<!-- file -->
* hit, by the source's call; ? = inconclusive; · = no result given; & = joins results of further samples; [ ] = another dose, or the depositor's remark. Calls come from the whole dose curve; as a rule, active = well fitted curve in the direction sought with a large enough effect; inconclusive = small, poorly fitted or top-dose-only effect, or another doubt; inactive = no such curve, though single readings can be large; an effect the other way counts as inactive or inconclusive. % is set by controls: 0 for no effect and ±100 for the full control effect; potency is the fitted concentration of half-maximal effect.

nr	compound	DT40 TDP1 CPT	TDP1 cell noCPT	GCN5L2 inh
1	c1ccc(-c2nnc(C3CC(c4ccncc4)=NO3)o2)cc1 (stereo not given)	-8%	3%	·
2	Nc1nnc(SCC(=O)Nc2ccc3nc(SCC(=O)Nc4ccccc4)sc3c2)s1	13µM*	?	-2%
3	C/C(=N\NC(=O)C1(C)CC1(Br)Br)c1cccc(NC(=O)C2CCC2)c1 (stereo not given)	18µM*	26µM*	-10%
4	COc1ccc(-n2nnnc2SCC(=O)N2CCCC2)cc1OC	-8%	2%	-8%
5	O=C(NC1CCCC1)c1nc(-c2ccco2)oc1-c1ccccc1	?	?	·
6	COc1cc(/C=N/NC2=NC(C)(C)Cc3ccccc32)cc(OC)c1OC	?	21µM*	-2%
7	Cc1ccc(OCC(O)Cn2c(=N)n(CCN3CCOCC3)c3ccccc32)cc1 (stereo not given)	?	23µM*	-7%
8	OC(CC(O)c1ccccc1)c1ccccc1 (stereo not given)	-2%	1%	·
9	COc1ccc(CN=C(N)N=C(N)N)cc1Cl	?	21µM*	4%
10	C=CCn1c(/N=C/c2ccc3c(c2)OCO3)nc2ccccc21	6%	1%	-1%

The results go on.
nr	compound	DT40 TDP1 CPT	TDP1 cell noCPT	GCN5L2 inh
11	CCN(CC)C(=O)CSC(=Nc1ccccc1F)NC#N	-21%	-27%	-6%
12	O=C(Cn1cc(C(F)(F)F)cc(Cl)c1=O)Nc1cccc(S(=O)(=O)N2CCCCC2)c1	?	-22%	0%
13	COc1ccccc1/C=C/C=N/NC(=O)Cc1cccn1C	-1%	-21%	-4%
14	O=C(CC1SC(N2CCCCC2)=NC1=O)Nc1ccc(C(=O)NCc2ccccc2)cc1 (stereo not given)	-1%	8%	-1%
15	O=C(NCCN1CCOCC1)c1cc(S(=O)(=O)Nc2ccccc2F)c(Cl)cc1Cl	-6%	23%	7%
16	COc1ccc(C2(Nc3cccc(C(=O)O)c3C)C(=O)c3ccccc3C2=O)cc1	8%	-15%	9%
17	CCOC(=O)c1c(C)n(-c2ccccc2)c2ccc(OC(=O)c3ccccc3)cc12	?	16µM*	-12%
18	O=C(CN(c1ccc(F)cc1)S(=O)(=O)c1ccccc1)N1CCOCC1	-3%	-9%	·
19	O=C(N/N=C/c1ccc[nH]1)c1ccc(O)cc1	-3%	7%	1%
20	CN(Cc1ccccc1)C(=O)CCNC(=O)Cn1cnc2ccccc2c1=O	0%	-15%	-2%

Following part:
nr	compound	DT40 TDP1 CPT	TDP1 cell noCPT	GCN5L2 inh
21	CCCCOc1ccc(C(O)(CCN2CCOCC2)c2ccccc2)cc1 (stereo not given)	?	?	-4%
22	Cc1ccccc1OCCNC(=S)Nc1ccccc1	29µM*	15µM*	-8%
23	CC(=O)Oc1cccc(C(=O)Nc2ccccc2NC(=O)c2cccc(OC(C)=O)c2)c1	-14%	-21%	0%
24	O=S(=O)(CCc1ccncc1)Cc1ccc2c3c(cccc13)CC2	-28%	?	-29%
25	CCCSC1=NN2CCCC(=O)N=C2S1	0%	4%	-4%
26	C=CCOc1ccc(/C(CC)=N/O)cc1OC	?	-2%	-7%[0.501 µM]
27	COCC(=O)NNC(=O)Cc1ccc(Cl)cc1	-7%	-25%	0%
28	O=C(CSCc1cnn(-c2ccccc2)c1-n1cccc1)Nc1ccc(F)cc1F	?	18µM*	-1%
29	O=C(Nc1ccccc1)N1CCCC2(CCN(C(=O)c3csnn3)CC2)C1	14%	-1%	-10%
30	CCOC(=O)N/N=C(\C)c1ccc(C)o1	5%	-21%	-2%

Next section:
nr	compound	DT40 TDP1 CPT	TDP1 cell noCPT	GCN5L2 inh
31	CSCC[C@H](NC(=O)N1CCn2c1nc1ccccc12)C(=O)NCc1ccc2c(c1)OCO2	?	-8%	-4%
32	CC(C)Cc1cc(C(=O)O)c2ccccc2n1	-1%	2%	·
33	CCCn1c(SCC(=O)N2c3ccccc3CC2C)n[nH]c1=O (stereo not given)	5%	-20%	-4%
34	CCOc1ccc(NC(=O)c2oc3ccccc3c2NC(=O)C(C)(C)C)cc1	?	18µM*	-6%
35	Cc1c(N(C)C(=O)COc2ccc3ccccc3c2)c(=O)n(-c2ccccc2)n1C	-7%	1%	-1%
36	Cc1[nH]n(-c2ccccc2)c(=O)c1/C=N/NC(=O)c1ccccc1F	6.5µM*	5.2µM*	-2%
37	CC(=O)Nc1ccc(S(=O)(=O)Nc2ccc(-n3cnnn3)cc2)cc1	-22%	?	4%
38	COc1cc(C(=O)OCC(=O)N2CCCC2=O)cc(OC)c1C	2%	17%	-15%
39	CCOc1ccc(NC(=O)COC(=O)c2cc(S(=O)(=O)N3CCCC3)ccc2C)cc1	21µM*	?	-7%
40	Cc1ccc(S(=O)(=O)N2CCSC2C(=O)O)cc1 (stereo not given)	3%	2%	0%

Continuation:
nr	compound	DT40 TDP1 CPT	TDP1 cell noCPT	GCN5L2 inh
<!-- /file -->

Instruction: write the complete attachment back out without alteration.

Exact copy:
* hit, by the source's call; ? = inconclusive; · = no result given; & = joins results of further samples; [ ] = another dose, or the depositor's remark. Calls come from the whole dose curve; as a rule, active = well fitted curve in the direction sought with a large enough effect; inconclusive = small, poorly fitted or top-dose-only effect, or another doubt; inactive = no such curve, though single readings can be large; an effect the other way counts as inactive or inconclusive. % is set by controls: 0 for no effect and ±100 for the full control effect; potency is the fitted concentration of half-maximal effect.

nr	compound	DT40 TDP1 CPT	TDP1 cell noCPT	GCN5L2 inh
1	c1ccc(-c2nnc(C3CC(c4ccncc4)=NO3)o2)cc1 (stereo not given)	-8%	3%	·
2	Nc1nnc(SCC(=O)Nc2ccc3nc(SCC(=O)Nc4ccccc4)sc3c2)s1	13µM*	?	-2%
3	C/C(=N\NC(=O)C1(C)CC1(Br)Br)c1cccc(NC(=O)C2CCC2)c1 (stereo not given)	18µM*	26µM*	-10%
4	COc1ccc(-n2nnnc2SCC(=O)N2CCCC2)cc1OC	-8%	2%	-8%
5	O=C(NC1CCCC1)c1nc(-c2ccco2)oc1-c1ccccc1	?	?	·
6	COc1cc(/C=N/NC2=NC(C)(C)Cc3ccccc32)cc(OC)c1OC	?	21µM*	-2%
7	Cc1ccc(OCC(O)Cn2c(=N)n(CCN3CCOCC3)c3ccccc32)cc1 (stereo not given)	?	23µM*	-7%
8	OC(CC(O)c1ccccc1)c1ccccc1 (stereo not given)	-2%	1%	·
9	COc1ccc(CN=C(N)N=C(N)N)cc1Cl	?	21µM*	4%
10	C=CCn1c(/N=C/c2ccc3c(c2)OCO3)nc2ccccc21	6%	1%	-1%

The results go on.
nr	compound	DT40 TDP1 CPT	TDP1 cell noCPT	GCN5L2 inh
11	CCN(CC)C(=O)CSC(=Nc1ccccc1F)NC#N	-21%	-27%	-6%
12	O=C(Cn1cc(C(F)(F)F)cc(Cl)c1=O)Nc1cccc(S(=O)(=O)N2CCCCC2)c1	?	-22%	0%
13	COc1ccccc1/C=C/C=N/NC(=O)Cc1cccn1C	-1%	-21%	-4%
14	O=C(CC1SC(N2CCCCC2)=NC1=O)Nc1ccc(C(=O)NCc2ccccc2)cc1 (stereo not given)	-1%	8%	-1%
15	O=C(NCCN1CCOCC1)c1cc(S(=O)(=O)Nc2ccccc2F)c(Cl)cc1Cl	-6%	23%	7%
16	COc1ccc(C2(Nc3cccc(C(=O)O)c3C)C(=O)c3ccccc3C2=O)cc1	8%	-15%	9%
17	CCOC(=O)c1c(C)n(-c2ccccc2)c2ccc(OC(=O)c3ccccc3)cc12	?	16µM*	-12%
18	O=C(CN(c1ccc(F)cc1)S(=O)(=O)c1ccccc1)N1CCOCC1	-3%	-9%	·
19	O=C(N/N=C/c1ccc[nH]1)c1ccc(O)cc1	-3%	7%	1%
20	CN(Cc1ccccc1)C(=O)CCNC(=O)Cn1cnc2ccccc2c1=O	0%	-15%	-2%

Following part:
nr	compound	DT40 TDP1 CPT	TDP1 cell noCPT	GCN5L2 inh
21	CCCCOc1ccc(C(O)(CCN2CCOCC2)c2ccccc2)cc1 (stereo not given)	?	?	-4%
22	Cc1ccccc1OCCNC(=S)Nc1ccccc1	29µM*	15µM*	-8%
23	CC(=O)Oc1cccc(C(=O)Nc2ccccc2NC(=O)c2cccc(OC(C)=O)c2)c1	-14%	-21%	0%
24	O=S(=O)(CCc1ccncc1)Cc1ccc2c3c(cccc13)CC2	-28%	?	-29%
25	CCCSC1=NN2CCCC(=O)N=C2S1	0%	4%	-4%
26	C=CCOc1ccc(/C(CC)=N/O)cc1OC	?	-2%	-7%[0.501 µM]
27	COCC(=O)NNC(=O)Cc1ccc(Cl)cc1	-7%	-25%	0%
28	O=C(CSCc1cnn(-c2ccccc2)c1-n1cccc1)Nc1ccc(F)cc1F	?	18µM*	-1%
29	O=C(Nc1ccccc1)N1CCCC2(CCN(C(=O)c3csnn3)CC2)C1	14%	-1%	-10%
30	CCOC(=O)N/N=C(\C)c1ccc(C)o1	5%	-21%	-2%

Next section:
nr	compound	DT40 TDP1 CPT	TDP1 cell noCPT	GCN5L2 inh
31	CSCC[C@H](NC(=O)N1CCn2c1nc1ccccc12)C(=O)NCc1ccc2c(c1)OCO2	?	-8%	-4%
32	CC(C)Cc1cc(C(=O)O)c2ccccc2n1	-1%	2%	·
33	CCCn1c(SCC(=O)N2c3ccccc3CC2C)n[nH]c1=O (stereo not given)	5%	-20%	-4%
34	CCOc1ccc(NC(=O)c2oc3ccccc3c2NC(=O)C(C)(C)C)cc1	?	18µM*	-6%
35	Cc1c(N(C)C(=O)COc2ccc3ccccc3c2)c(=O)n(-c2ccccc2)n1C	-7%	1%	-1%
36	Cc1[nH]n(-c2ccccc2)c(=O)c1/C=N/NC(=O)c1ccccc1F	6.5µM*	5.2µM*	-2%
37	CC(=O)Nc1ccc(S(=O)(=O)Nc2ccc(-n3cnnn3)cc2)cc1	-22%	?	4%
38	COc1cc(C(=O)OCC(=O)N2CCCC2=O)cc(OC)c1C	2%	17%	-15%
39	CCOc1ccc(NC(=O)COC(=O)c2cc(S(=O)(=O)N3CCCC3)ccc2C)cc1	21µM*	?	-7%
40	Cc1ccc(S(=O)(=O)N2CCSC2C(=O)O)cc1 (stereo not given)	3%	2%	0%

Continuation:
nr	compound	DT40 TDP1 CPT	TDP1 cell noCPT	GCN5L2 inh